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At the beginning of the novel Dickens wants us to dislike Scrooge. Dickens uses numerous language techniques

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A Christmas Carol Charles Dickens wrote 'A Christmas Carol' in the Victorian period. It was written because he thought that it was wrong for people to starve and wanted to change this. He saw how many families lived in extreme poverty and had to beg, steal and go into prostitution just to get the money they needed. He used Scrooge as a mouthpiece to represent all businessmen and tried to influence them into changing into tolerable people and assisting the less fortunate. Dickens wanted to change the social injustices and inequalities of the time. The rich usually socialised with people of their own wealth and the poor people socialised with people who were living in the same conditions as themselves. Therefore each was ignorant in each other's light. At the beginning of the novel Dickens wants us to dislike Scrooge. Dickens uses numerous language techniques to show why the reader should dislike him. Dickens portrays the main character as a cold old man, and 'tight fisted'. In the opening paragraph he describes Scrooges personality 'wrenching, grasping, scraping, clutching.' Dickens uses these descriptive words in a long list, to emphasise strongly the unkind personality Scrooge has. ...read more.


After this he becomes sad and says 'there was a boy singing carols at my door last night, I should have liked to give him something; that's all.' Which shows him having the feeling of regret. The ghost then takes Scrooge to another Christmas period and the scene changes to Mr Fezziwig. Dickens deliberately contrasts Fezziwig with Scrooge. Mr Fezziwig is Scrooges ex employer, he is a businessman. Mr Fezziwig is a happy, kind, jolly character. Scrooge reminisces about when he used to work for Fezziwig, and reflects on how much he relished it. 'the happiness he gives is quite as great as it costs a fourteen.' This highlights to us that Scrooge realises how generous Fezziwig was and yet was still a good businessman. Scrooge is starting to show more emotion, 'I should be able to say a word or two to my clerk just now.' This shows us Scrooge remembers how he was treated when he was an apprentice, and how he can treat Cratchit who works for him. Scrooge is feeling a bit regretful that he treats his employee with no respect. The final place Scrooge is taken to is the place where his ex-fianc�e, Belle, breaks off the engagement because she feels ' another idol has misplaced me, a golden one.' ...read more.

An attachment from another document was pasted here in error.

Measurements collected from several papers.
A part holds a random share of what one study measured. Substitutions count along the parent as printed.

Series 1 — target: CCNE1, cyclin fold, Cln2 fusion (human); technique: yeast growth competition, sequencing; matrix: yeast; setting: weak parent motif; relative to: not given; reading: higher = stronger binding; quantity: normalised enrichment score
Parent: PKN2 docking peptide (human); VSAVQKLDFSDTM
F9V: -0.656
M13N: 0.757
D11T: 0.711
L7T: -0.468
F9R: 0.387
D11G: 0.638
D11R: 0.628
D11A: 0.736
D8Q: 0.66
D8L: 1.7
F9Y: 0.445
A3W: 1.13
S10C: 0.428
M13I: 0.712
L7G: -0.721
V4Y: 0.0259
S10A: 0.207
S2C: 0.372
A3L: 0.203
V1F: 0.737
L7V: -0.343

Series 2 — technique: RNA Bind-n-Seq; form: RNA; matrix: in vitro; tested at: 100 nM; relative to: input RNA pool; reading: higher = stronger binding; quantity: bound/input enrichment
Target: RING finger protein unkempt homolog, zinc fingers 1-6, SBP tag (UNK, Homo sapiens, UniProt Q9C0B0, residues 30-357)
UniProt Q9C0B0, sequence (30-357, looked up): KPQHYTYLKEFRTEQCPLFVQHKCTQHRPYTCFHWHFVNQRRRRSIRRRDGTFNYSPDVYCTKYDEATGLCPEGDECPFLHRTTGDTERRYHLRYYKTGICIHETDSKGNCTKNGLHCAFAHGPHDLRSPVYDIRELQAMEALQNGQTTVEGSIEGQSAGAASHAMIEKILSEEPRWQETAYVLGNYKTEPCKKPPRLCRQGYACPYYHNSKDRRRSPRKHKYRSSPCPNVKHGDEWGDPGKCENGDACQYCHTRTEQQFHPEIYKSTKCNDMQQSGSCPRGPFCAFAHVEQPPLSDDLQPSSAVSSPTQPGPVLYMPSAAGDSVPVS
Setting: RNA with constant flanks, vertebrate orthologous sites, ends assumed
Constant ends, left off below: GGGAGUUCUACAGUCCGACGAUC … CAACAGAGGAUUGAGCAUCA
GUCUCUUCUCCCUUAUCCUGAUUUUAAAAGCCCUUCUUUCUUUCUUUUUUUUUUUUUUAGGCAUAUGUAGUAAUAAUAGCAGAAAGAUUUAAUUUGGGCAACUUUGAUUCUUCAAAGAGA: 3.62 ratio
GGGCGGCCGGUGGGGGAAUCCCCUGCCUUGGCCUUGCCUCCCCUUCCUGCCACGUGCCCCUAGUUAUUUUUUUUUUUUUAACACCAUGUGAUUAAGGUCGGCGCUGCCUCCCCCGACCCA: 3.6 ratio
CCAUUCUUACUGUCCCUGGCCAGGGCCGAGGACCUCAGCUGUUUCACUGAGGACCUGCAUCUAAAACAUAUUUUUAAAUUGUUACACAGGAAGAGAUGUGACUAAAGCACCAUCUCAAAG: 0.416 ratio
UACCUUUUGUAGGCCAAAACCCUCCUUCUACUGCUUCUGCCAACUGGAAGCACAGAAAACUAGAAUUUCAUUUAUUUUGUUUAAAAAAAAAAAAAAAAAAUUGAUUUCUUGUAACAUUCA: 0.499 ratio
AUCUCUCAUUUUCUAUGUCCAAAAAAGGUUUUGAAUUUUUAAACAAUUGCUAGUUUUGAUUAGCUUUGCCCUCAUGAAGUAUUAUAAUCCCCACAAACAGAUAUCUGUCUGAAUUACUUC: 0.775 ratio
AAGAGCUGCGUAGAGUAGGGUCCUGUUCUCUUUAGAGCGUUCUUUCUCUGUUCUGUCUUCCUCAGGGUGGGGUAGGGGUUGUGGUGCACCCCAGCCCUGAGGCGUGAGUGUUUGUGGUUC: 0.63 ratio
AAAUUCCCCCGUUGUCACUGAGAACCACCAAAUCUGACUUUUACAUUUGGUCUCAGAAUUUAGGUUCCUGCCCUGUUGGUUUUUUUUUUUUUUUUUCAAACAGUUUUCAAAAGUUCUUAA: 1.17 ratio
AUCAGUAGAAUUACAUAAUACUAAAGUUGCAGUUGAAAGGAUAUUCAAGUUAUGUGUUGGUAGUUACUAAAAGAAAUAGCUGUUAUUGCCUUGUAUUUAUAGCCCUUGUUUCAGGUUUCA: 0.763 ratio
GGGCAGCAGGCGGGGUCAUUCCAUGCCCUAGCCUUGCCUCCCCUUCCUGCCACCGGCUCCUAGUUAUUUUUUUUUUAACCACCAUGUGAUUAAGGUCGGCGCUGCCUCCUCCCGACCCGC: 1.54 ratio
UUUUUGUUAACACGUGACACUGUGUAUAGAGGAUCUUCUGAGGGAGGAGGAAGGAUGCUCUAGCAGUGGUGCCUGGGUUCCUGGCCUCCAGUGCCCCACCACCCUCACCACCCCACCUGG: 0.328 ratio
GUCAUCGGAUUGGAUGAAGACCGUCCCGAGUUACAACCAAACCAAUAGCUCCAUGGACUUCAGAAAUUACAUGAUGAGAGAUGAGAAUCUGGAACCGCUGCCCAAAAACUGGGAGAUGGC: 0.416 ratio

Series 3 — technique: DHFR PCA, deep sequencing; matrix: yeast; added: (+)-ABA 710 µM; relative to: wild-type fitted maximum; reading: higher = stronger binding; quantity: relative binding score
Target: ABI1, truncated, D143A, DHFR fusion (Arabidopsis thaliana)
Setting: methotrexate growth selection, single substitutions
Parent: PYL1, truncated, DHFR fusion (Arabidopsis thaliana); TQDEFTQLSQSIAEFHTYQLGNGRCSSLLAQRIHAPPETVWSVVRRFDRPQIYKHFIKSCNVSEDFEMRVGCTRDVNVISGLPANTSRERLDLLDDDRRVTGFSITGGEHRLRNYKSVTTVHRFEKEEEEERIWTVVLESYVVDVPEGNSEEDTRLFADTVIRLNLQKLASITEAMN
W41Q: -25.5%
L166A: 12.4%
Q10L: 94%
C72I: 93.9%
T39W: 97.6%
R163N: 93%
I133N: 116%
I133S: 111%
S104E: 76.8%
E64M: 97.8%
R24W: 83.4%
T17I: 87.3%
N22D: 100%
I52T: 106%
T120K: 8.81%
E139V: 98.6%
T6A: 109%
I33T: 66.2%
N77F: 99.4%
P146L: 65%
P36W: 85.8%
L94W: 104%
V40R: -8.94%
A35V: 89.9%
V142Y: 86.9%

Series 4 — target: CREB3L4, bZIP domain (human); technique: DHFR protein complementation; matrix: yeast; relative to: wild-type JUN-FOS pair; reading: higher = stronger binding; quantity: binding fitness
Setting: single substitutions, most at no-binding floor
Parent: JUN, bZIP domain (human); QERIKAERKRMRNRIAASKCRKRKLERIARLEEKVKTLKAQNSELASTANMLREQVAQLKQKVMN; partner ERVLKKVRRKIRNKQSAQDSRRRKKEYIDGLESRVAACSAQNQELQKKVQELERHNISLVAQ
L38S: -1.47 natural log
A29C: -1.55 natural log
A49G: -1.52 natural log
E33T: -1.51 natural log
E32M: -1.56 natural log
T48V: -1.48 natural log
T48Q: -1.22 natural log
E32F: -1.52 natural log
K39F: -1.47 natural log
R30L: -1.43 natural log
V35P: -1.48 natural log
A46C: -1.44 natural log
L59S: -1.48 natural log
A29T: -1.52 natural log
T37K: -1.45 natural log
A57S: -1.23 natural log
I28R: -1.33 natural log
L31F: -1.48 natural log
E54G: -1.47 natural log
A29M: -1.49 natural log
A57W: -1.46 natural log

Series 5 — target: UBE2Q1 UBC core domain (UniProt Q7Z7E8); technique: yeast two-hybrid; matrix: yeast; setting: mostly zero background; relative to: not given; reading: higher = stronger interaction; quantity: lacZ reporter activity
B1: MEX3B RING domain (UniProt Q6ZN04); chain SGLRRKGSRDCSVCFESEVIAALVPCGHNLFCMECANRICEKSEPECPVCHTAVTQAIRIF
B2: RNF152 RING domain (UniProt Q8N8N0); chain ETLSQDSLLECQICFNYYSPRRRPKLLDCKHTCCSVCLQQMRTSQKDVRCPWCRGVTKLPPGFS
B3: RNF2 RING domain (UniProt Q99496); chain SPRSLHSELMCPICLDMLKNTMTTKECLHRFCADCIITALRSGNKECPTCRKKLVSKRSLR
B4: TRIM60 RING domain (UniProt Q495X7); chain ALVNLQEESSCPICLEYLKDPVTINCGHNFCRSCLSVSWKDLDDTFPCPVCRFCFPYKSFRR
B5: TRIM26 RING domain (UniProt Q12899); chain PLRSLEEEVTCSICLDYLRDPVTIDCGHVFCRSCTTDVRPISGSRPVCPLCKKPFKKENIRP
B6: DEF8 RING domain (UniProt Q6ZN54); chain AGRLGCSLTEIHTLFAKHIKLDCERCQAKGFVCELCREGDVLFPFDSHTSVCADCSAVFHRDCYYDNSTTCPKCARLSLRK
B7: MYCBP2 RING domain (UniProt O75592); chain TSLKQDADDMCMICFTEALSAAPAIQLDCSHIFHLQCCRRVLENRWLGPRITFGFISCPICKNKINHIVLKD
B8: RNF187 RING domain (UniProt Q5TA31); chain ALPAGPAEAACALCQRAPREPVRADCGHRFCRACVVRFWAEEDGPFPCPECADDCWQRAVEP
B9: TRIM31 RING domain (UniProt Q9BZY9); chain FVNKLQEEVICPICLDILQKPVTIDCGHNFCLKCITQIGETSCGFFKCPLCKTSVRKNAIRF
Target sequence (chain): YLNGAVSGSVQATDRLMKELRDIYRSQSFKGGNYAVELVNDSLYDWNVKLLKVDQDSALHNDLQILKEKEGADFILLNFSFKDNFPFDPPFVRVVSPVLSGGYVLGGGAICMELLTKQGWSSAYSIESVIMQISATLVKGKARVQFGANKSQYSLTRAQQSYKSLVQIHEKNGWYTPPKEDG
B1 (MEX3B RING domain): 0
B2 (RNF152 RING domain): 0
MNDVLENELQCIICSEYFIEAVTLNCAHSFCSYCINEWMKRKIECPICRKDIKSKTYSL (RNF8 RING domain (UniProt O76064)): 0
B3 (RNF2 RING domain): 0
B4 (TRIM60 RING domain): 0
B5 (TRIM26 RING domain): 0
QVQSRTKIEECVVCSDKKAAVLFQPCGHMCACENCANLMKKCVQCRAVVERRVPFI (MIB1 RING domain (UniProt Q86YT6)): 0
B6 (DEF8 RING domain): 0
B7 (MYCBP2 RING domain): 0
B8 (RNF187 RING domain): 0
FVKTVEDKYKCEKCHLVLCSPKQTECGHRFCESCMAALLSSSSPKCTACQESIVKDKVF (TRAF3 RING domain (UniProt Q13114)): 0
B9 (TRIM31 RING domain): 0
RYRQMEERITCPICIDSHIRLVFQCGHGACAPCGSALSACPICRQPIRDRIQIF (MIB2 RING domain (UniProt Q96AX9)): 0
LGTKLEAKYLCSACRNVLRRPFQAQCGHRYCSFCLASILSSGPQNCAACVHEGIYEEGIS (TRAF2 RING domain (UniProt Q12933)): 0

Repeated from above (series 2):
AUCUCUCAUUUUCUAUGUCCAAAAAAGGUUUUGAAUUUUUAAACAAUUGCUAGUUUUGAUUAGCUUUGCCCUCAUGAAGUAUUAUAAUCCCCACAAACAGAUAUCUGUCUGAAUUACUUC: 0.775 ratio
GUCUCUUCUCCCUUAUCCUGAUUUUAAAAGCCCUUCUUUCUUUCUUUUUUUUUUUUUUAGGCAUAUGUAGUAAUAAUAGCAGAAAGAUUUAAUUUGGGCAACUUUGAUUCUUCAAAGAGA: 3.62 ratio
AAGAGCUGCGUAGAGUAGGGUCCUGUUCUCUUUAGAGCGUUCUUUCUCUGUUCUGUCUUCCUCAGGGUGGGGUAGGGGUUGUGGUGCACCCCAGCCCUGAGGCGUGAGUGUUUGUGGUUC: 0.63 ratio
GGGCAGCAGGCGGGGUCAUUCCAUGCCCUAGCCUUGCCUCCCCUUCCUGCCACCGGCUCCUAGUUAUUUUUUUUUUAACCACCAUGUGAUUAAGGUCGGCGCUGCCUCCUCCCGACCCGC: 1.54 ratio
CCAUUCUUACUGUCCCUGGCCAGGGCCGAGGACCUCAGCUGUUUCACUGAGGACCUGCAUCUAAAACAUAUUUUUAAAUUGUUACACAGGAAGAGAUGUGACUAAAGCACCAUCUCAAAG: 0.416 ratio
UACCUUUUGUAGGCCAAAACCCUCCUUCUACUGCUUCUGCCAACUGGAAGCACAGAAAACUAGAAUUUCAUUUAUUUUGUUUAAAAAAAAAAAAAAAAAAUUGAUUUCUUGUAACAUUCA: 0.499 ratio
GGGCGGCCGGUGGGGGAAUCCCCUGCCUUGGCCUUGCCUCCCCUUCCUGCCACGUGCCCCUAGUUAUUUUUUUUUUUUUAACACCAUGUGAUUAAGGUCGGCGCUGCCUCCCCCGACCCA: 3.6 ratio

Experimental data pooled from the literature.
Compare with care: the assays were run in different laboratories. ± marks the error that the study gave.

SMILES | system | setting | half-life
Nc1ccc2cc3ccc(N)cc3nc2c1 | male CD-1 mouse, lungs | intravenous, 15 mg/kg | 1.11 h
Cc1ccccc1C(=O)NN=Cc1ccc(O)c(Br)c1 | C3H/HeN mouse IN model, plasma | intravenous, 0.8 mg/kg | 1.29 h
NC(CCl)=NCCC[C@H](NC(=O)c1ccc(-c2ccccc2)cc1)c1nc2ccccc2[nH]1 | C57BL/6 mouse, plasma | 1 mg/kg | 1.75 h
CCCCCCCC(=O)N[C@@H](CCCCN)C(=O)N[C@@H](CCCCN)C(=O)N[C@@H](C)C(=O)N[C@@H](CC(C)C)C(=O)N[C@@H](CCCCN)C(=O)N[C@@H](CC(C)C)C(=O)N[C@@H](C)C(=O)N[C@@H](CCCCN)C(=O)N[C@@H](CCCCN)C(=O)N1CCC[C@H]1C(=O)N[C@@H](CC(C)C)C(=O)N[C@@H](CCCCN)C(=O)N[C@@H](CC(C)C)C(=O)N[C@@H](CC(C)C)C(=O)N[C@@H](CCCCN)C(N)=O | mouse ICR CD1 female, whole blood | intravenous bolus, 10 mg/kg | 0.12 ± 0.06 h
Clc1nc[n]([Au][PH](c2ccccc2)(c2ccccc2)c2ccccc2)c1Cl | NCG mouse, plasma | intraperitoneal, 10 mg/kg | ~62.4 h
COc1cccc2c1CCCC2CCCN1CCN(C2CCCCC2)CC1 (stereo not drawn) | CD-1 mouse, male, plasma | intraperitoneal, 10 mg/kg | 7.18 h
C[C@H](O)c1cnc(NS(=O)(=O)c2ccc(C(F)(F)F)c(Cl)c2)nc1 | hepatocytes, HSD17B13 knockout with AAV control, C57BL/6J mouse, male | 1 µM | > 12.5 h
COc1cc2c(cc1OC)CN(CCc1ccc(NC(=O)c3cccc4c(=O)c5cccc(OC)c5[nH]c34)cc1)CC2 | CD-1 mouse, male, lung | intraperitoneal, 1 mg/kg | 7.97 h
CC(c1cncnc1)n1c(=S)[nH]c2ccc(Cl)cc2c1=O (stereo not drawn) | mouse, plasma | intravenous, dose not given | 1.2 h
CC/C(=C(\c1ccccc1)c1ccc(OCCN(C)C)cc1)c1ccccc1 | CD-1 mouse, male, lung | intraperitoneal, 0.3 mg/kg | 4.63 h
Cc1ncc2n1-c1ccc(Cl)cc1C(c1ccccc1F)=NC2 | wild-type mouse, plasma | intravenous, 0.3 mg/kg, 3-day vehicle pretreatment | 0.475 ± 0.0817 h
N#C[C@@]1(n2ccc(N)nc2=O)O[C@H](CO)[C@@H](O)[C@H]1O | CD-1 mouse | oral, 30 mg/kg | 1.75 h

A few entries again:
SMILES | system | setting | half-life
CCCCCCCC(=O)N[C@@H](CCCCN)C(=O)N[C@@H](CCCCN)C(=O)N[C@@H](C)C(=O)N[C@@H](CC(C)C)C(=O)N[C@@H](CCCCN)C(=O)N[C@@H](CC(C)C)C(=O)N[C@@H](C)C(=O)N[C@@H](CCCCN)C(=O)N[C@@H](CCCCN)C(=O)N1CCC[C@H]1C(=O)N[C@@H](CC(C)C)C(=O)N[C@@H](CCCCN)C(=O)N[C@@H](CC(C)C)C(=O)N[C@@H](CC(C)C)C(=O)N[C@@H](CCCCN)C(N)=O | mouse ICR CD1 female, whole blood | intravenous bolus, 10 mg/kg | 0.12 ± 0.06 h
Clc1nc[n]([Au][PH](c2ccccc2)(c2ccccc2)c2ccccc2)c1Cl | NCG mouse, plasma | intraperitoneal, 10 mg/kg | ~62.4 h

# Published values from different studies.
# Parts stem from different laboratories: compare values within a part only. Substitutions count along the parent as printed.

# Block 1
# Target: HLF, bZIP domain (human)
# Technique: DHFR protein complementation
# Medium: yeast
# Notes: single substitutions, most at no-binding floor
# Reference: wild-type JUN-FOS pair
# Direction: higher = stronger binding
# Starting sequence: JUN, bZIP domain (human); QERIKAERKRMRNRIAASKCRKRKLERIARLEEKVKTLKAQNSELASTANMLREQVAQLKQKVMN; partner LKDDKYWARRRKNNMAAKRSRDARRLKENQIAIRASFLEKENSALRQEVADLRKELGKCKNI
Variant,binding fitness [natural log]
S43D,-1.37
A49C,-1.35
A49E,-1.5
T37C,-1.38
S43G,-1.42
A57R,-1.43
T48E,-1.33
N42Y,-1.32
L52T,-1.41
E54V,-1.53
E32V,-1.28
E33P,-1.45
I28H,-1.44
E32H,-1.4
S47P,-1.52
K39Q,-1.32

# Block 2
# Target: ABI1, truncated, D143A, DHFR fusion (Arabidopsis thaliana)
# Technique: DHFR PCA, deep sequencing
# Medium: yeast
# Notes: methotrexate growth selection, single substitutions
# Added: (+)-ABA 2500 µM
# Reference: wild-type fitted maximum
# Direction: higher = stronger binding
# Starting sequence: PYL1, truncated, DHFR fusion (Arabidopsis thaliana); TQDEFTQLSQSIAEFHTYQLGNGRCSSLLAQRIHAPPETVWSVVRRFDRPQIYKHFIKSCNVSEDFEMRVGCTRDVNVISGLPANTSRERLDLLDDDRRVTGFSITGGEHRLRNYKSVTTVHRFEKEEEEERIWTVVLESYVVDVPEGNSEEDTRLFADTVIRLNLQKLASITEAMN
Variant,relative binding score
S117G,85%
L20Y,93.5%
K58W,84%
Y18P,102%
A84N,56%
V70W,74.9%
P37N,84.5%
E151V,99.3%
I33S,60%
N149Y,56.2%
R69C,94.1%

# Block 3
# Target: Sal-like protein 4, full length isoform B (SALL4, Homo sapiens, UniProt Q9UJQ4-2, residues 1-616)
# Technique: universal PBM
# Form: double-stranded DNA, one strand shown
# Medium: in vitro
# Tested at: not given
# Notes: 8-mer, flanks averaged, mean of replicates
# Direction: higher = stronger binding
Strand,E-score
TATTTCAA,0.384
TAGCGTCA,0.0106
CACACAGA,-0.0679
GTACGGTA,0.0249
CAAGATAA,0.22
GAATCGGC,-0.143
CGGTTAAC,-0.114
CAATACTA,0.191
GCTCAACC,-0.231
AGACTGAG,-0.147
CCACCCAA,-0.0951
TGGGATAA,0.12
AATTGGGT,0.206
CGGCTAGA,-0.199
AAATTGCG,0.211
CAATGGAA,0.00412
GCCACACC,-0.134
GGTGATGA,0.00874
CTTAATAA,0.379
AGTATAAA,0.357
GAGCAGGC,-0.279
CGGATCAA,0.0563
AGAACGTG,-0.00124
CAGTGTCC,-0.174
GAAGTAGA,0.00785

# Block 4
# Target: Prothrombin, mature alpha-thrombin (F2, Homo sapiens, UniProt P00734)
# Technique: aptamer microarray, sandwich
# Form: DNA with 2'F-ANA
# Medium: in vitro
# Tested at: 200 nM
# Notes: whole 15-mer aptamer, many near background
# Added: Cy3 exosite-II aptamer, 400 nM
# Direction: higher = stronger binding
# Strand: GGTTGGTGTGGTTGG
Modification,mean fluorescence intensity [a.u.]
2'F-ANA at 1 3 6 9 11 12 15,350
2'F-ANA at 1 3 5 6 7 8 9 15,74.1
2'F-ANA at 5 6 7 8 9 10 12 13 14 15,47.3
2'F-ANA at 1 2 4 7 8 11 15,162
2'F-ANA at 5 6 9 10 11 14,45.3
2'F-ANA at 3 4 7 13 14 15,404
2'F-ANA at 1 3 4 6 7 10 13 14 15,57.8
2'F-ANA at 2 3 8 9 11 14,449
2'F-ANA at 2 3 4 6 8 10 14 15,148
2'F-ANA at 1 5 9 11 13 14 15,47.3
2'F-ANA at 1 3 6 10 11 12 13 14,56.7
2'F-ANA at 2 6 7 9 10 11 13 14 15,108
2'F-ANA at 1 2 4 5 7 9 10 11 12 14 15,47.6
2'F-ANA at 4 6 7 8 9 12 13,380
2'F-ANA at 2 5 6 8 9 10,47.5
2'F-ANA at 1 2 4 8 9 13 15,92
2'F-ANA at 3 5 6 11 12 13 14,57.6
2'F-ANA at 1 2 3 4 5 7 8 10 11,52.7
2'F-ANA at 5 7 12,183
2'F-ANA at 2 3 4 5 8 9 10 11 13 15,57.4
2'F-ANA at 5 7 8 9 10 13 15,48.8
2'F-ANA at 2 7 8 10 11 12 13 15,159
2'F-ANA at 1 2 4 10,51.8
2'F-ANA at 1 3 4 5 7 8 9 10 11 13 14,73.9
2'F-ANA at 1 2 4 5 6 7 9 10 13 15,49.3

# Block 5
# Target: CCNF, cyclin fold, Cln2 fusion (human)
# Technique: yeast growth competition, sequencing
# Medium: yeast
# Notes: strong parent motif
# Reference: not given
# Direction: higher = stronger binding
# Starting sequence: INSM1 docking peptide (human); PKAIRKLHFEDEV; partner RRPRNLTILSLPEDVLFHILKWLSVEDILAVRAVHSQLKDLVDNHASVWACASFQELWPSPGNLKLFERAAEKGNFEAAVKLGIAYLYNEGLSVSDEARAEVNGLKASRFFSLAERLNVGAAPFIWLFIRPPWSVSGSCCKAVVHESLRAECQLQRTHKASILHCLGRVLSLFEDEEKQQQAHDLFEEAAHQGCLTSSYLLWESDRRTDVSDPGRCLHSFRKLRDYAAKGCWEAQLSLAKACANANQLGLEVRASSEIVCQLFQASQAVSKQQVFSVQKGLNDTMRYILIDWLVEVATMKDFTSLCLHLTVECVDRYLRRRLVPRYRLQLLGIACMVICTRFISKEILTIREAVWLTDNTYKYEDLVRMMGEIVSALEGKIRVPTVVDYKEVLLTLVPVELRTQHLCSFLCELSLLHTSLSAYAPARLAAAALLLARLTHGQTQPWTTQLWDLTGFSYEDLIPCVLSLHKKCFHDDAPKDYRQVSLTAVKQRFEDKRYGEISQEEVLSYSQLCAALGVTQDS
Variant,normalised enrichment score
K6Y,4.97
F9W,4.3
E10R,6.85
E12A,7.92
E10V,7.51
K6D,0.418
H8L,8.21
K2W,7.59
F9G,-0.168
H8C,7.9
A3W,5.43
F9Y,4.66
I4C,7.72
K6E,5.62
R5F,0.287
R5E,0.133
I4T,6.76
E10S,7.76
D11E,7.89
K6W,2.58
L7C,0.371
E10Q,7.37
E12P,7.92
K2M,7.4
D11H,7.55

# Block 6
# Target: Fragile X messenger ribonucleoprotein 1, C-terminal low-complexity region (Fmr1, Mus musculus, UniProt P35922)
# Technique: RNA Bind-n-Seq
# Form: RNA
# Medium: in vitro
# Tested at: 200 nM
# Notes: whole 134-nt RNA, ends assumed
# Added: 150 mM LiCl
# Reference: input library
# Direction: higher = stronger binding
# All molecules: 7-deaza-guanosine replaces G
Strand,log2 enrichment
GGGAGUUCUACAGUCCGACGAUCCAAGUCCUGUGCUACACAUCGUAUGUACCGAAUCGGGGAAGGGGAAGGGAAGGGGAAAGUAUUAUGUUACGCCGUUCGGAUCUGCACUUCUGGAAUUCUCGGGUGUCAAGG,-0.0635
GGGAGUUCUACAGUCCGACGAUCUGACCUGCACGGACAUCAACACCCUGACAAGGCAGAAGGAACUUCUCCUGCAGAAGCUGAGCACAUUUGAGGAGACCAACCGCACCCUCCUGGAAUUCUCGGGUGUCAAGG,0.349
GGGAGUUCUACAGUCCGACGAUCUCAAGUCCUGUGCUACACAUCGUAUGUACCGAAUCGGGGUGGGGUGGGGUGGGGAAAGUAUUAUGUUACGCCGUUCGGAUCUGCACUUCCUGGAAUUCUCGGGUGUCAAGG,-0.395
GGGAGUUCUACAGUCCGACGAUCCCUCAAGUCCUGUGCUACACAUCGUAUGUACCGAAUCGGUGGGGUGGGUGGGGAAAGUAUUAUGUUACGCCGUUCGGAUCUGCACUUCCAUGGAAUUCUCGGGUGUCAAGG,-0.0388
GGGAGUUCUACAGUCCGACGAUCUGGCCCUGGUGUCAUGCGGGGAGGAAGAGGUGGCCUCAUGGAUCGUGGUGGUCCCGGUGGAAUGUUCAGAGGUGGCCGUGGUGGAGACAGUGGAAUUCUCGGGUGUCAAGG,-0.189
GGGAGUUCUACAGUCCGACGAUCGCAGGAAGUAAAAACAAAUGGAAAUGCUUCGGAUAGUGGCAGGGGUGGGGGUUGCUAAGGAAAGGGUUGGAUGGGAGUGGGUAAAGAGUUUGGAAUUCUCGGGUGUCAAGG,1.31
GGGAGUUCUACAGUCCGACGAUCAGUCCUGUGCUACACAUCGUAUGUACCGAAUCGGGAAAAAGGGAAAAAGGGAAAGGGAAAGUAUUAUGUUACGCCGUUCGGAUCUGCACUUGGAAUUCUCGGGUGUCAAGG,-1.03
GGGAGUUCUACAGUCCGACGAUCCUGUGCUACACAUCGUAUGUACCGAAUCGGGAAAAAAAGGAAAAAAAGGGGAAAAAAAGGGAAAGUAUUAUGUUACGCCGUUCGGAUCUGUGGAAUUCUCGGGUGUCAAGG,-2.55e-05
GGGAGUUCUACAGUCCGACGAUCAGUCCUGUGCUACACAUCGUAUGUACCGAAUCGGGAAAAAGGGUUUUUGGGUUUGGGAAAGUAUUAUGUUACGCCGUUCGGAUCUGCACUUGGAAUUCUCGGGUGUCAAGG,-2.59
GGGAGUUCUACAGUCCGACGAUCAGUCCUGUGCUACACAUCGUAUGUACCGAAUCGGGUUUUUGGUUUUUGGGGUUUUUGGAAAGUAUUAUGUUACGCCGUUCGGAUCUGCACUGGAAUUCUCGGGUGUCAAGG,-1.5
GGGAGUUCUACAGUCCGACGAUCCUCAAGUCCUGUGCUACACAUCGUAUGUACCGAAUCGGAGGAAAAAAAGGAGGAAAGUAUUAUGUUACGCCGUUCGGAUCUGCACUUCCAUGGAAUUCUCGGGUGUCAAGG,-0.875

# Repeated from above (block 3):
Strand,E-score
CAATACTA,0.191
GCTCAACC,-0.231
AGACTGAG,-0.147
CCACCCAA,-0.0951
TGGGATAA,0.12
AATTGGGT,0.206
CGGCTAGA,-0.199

At this point he is no longer a mean miser but a good man. At the end of the novel after all three ghosts had visited Scrooge, he returned back to reality a changed man. As he returns in his room from the encounter with the ghost he praises everyone and everything. This demonstrates that he has changed for the better. Dickens again shows his change by using similes, 'as giddy as a child' Dickens shows the rebirth of Scrooge, in that he is now a child and looking at Christmas in a new light. Dickens uses the repetition of the word 'good' to create a very positive effect on Scrooge. Scrooge is now a kind man and is generous and loving and wants to change what he has for-seen. He buys a big turkey for the Cratchits and goes to his nephew's house for dinner. He also gives Bob a raise and tries to turn round his life. This is a big contrast to the cold hearted, cruel miser we saw at the beginning of the story. Dickens saw a problem with working conditions. Dickens saw a problem with housing conditions. Dickens saw a problem with people starving and having to steal. With our lifestyles most of us have today, we can says Charles Dickens changed all of our lives for the better. By Tim Coll ?? ?? ?? ?? Tim Coll 11Gr ...read more.

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